Ethiopians make up the majority of the foreign domestic work population employed in Lebanon. The majority of these domestic workers are women, and they represent the lowest-paid sector of Lebanon’s workforce.
As Lebanon’s deep economic crisis continues to worsen, vulnerable Ethiopian migrant workers are either being laid off by their Lebanese employers, or trapped into exploitative cycles of unpaid labor and abuse, according to Open Democracy.
Under the current conditions in Lebanon, unemployed domestic workers are forced to barter their personal belongings for bare necessities and food. Others, who are still employed, are locked up in homes with their employers using the economic crisis as a justification to withhold months’ worth of wages.
An Ethiopian domestic workers rights organization in Lebanon, Egna Legna Besidet, has also reported this labor exploitation, stating:
“We are getting calls everyday from women who are being held in slavery like conditions.”
“There have been social media sightings of posts by Lebanese attempting to sell their Ethiopian workers, as if the women were tradable commodities.”
Ethiopian migrant workers are bound by law to their employers through the country’s kafala system. Zelalem illustrates how labor exploitation is facilitated by the system of employer sponsorship:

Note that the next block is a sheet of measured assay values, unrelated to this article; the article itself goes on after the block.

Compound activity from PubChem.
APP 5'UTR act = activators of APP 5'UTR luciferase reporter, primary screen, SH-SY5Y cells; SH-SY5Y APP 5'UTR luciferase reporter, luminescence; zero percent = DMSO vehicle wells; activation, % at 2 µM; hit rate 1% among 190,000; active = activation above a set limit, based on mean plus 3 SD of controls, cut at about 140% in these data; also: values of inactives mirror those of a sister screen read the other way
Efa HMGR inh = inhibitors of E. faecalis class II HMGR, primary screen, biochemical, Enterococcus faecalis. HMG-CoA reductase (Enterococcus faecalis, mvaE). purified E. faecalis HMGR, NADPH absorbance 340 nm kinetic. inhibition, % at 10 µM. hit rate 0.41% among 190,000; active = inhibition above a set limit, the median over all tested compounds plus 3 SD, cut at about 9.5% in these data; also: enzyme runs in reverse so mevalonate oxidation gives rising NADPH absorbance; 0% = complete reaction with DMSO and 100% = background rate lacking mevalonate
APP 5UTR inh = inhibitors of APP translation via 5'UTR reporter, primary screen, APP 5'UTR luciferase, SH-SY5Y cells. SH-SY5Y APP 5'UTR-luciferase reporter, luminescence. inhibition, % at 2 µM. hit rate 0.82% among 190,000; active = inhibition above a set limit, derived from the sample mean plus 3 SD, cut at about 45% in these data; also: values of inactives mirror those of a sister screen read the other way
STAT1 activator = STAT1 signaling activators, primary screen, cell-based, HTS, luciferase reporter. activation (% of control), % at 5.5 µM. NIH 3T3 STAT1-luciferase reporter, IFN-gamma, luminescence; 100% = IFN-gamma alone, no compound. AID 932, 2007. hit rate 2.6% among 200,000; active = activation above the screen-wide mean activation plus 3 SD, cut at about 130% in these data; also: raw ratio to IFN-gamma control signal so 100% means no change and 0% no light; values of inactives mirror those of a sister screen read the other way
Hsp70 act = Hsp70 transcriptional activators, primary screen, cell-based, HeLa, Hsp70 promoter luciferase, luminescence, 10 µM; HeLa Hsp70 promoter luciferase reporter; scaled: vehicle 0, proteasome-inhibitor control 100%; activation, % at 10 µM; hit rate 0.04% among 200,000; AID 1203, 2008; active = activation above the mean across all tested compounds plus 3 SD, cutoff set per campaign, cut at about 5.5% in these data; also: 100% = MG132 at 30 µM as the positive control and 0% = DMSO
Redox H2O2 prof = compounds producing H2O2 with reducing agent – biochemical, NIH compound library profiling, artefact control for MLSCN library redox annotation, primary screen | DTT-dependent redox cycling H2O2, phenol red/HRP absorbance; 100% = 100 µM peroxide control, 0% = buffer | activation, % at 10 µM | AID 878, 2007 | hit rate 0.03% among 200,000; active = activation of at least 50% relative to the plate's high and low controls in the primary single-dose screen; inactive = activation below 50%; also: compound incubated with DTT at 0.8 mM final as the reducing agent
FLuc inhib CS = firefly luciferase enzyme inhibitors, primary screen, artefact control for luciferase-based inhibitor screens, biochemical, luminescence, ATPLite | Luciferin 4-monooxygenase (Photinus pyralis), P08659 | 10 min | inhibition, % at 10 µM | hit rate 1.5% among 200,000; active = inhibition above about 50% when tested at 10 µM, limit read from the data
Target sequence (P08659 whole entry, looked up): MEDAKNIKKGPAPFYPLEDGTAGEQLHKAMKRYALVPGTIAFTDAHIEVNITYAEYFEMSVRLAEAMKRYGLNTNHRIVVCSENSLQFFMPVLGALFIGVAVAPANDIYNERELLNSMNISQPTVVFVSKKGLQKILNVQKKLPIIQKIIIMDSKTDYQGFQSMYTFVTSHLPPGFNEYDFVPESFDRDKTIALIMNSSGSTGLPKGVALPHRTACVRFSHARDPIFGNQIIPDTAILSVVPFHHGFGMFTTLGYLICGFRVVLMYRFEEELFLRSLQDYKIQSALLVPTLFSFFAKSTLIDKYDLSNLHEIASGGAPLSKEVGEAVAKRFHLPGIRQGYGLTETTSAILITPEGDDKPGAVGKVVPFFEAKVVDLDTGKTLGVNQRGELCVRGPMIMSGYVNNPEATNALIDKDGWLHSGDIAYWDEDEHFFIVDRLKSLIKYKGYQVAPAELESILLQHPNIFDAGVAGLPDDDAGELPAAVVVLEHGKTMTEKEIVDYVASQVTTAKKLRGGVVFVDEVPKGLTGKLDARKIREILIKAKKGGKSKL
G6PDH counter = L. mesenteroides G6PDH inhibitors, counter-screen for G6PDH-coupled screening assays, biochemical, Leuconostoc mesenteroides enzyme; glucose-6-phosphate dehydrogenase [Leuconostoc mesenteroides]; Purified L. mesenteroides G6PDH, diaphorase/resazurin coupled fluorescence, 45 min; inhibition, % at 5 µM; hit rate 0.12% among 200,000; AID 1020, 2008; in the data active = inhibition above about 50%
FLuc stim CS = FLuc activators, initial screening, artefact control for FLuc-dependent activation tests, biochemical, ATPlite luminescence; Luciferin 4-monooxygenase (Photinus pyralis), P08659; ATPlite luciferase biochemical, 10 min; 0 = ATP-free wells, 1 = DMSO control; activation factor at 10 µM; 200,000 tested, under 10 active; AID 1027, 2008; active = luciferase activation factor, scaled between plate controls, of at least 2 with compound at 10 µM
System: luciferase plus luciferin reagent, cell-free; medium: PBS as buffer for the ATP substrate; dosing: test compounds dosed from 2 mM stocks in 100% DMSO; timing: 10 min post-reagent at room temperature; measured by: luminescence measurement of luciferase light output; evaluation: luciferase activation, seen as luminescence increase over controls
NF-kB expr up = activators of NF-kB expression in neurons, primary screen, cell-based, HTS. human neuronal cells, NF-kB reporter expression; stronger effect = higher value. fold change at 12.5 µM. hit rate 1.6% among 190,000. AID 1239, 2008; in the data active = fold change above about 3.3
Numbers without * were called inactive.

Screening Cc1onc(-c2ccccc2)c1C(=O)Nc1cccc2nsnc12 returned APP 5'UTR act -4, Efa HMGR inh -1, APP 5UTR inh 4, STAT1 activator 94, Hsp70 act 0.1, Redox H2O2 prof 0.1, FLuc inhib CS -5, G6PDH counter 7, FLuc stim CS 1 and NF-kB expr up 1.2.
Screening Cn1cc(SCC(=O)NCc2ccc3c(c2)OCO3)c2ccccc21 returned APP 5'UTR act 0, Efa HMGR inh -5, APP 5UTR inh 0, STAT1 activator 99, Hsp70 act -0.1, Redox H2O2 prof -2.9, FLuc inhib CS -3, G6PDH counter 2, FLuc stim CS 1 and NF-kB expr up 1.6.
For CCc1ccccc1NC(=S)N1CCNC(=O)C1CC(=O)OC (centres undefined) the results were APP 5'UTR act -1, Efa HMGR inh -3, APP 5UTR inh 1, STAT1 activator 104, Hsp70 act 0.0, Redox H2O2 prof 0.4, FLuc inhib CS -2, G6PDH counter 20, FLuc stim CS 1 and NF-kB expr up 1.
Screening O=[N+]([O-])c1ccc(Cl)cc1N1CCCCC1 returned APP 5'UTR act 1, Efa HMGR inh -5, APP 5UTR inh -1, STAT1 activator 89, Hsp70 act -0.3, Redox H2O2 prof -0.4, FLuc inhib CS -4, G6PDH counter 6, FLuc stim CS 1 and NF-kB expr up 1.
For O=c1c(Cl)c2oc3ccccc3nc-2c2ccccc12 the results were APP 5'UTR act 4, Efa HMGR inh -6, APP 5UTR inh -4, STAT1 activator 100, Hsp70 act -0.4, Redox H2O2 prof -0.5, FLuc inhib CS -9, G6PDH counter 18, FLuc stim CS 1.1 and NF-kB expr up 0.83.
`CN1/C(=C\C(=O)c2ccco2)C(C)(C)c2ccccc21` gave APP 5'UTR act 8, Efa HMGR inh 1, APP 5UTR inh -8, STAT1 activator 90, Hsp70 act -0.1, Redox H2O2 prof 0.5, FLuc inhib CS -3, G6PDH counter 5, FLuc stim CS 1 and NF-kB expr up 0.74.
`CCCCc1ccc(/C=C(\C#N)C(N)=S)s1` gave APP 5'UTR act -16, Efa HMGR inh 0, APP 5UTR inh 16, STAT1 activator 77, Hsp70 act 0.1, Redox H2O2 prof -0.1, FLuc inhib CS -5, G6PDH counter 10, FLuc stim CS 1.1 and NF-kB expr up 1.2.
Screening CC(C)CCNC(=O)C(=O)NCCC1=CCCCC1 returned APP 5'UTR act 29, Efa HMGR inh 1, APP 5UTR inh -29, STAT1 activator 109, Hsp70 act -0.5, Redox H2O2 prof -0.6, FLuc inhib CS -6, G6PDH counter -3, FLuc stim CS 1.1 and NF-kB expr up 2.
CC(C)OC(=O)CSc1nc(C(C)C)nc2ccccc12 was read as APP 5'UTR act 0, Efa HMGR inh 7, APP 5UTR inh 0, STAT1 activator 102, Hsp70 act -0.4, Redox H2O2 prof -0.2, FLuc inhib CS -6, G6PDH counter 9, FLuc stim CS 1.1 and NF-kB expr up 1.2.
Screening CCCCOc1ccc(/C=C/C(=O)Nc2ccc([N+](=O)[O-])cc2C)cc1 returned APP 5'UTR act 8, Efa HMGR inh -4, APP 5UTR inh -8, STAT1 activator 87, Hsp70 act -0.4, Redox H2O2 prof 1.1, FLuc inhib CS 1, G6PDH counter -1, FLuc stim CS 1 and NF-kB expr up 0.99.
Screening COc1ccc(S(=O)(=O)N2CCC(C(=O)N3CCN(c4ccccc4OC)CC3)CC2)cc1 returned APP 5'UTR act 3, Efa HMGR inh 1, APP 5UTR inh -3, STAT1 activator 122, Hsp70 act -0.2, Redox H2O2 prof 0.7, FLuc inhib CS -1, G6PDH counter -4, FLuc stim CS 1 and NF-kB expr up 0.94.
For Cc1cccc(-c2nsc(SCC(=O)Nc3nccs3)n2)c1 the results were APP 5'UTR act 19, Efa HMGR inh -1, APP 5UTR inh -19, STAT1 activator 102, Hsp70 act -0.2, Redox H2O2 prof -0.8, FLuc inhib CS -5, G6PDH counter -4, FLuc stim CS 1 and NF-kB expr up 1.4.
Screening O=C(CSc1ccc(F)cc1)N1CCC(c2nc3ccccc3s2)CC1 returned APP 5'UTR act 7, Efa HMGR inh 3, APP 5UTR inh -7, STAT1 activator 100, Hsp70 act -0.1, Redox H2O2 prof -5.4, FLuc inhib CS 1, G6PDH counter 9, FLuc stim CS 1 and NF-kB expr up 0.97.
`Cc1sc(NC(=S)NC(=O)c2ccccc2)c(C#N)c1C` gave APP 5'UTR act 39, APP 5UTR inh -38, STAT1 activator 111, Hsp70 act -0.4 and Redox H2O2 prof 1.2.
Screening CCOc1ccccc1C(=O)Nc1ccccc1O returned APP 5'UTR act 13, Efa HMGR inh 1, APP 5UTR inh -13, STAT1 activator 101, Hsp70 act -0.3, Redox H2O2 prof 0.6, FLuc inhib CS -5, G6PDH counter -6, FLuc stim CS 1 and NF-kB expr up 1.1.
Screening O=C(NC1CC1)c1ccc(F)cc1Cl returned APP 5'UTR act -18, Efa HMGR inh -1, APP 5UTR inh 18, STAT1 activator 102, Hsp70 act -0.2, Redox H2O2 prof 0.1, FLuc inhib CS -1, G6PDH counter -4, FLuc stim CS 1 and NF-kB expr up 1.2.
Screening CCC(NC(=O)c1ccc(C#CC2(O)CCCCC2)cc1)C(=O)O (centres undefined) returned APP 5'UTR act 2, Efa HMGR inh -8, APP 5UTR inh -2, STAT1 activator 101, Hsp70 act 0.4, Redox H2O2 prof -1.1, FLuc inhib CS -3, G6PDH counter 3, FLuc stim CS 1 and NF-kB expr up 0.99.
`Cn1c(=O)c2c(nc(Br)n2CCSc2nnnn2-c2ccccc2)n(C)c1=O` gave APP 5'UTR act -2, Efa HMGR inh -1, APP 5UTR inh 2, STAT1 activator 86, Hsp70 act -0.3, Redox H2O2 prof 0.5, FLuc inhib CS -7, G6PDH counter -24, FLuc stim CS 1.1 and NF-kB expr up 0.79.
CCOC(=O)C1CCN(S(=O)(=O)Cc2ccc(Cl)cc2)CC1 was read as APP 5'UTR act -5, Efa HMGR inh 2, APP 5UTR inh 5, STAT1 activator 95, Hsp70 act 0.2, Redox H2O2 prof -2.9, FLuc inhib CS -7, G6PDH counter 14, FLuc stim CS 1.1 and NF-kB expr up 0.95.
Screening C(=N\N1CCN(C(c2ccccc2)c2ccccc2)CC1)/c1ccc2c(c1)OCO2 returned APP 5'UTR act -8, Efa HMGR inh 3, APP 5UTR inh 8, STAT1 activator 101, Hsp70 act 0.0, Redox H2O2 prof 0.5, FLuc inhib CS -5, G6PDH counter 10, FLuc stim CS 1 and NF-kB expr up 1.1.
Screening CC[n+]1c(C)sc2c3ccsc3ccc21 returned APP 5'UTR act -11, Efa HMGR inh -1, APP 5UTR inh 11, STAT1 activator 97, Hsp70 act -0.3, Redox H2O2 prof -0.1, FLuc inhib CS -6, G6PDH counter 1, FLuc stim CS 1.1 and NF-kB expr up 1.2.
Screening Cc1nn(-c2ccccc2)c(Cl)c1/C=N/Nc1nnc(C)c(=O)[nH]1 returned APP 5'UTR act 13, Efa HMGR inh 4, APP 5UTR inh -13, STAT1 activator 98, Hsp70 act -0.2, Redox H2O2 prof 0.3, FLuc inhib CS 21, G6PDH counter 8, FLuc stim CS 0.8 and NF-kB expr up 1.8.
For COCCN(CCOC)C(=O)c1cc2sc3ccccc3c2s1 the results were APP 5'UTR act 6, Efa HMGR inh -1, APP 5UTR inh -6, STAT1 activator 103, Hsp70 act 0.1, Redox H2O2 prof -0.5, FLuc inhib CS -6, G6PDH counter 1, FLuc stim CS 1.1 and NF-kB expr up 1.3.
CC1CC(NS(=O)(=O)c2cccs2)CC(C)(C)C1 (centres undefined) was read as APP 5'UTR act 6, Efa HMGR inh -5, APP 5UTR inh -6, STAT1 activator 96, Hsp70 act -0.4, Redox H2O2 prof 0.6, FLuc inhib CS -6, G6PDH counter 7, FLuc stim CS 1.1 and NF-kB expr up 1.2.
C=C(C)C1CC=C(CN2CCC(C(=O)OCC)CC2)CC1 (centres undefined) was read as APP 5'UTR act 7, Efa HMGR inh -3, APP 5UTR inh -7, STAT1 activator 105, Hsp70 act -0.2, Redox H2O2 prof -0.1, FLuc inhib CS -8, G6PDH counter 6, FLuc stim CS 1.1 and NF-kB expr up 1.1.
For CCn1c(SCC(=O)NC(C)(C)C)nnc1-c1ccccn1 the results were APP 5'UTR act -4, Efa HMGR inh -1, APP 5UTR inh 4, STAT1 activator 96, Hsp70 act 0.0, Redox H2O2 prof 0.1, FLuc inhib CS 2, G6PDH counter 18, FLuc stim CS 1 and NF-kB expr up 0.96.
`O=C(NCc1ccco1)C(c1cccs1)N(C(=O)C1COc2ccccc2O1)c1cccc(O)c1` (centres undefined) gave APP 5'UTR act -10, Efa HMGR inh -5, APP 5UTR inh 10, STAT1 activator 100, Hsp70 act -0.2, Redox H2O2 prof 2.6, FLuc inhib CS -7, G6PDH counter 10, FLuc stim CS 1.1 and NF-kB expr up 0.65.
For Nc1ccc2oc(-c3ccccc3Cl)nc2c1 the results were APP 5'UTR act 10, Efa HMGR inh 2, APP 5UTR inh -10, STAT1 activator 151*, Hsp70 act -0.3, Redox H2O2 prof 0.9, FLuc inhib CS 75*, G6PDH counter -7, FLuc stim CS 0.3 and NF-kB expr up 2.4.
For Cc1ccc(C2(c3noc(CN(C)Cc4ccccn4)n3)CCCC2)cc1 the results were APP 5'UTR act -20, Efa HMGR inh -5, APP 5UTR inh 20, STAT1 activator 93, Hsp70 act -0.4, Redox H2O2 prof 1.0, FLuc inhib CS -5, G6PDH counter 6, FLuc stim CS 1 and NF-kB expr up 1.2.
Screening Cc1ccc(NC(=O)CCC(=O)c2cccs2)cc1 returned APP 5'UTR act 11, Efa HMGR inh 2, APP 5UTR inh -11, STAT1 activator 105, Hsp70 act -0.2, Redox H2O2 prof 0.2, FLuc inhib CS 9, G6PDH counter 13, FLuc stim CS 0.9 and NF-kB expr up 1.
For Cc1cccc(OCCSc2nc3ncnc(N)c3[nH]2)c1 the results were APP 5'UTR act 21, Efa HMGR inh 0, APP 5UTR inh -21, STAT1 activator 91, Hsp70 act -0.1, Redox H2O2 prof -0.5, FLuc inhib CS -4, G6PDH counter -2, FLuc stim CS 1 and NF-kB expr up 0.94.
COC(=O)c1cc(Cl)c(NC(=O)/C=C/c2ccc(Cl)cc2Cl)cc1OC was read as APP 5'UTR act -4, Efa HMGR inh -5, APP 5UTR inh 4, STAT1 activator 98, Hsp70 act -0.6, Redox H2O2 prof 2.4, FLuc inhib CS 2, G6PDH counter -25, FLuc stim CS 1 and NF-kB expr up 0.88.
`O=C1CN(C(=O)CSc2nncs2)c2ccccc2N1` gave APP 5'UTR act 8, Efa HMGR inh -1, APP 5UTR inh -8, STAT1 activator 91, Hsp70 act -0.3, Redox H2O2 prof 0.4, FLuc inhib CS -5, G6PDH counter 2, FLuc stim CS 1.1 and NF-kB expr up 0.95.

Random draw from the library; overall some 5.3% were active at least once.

“…foreign domestic workers are underpaid, overworked and have no right to change employer or object if held in abusive conditions. Their passports could be taken away and they’d have no legal avenues to challenge any of this.”
Lebanese employers often refuse to release Ethiopian domestic workers from their contracts, despite not paying them, and in many cases use repeated abuse to prevent them from leaving the home they are employed in.
Some women have managed to escape. However, if they flee, kafala law allows these employers to void a domestic worker’s residency documents no matter what the situation.
As a result, Ethiopian workers are left as “undocumented illegals” and are required to pay 200 USD for each year of illegal residence to Lebanon’s immigration authorities.
The Lebanese government provides no amnesty for these Ethiopian migrant workers seeking to escape their forced labor.
For a migrant who has spent three years working undocumented, the total cost of the fines and an air ticket could easily surpass a thousand dollars. Getting out of the country itself has become a costly endeavor.
While the Philippines’ embassy in Beirut is offering to repatriate all its nationals at no cost to them, Ethiopia’s consulate announced that it will only repatriate nationals who pay a $550 fee, along with an additional $250 per child two years old and older. This exorbitant cost amounts to four months of a domestic worker’s salary.
Zelalam stresses that this is one of many instances in which Ethiopia’s consulate has been complicit in the neglect and abuse of Ethiopian domestic workers.
In fact, when domestic workers called on the Ethiopian government to rescue the most vulnerable workers in Lebanon, Shamebo Fitamo, the Ethiopian Director General of Middle East Affairs for the Foreign Ministry, instead urged Ethiopian migrant workers to stop communicating with the media so that “negative press” surrounding the government would end.
It is clear that the Lebanese and Ethiopian governments have little interest in the well-being of Ethiopian migrant workers in Lebanon under the current economic crisis.
It is under such critical circumstances that we see how necessary international labor standards are in protecting migrant domestic workers from exploitation and forced labor.
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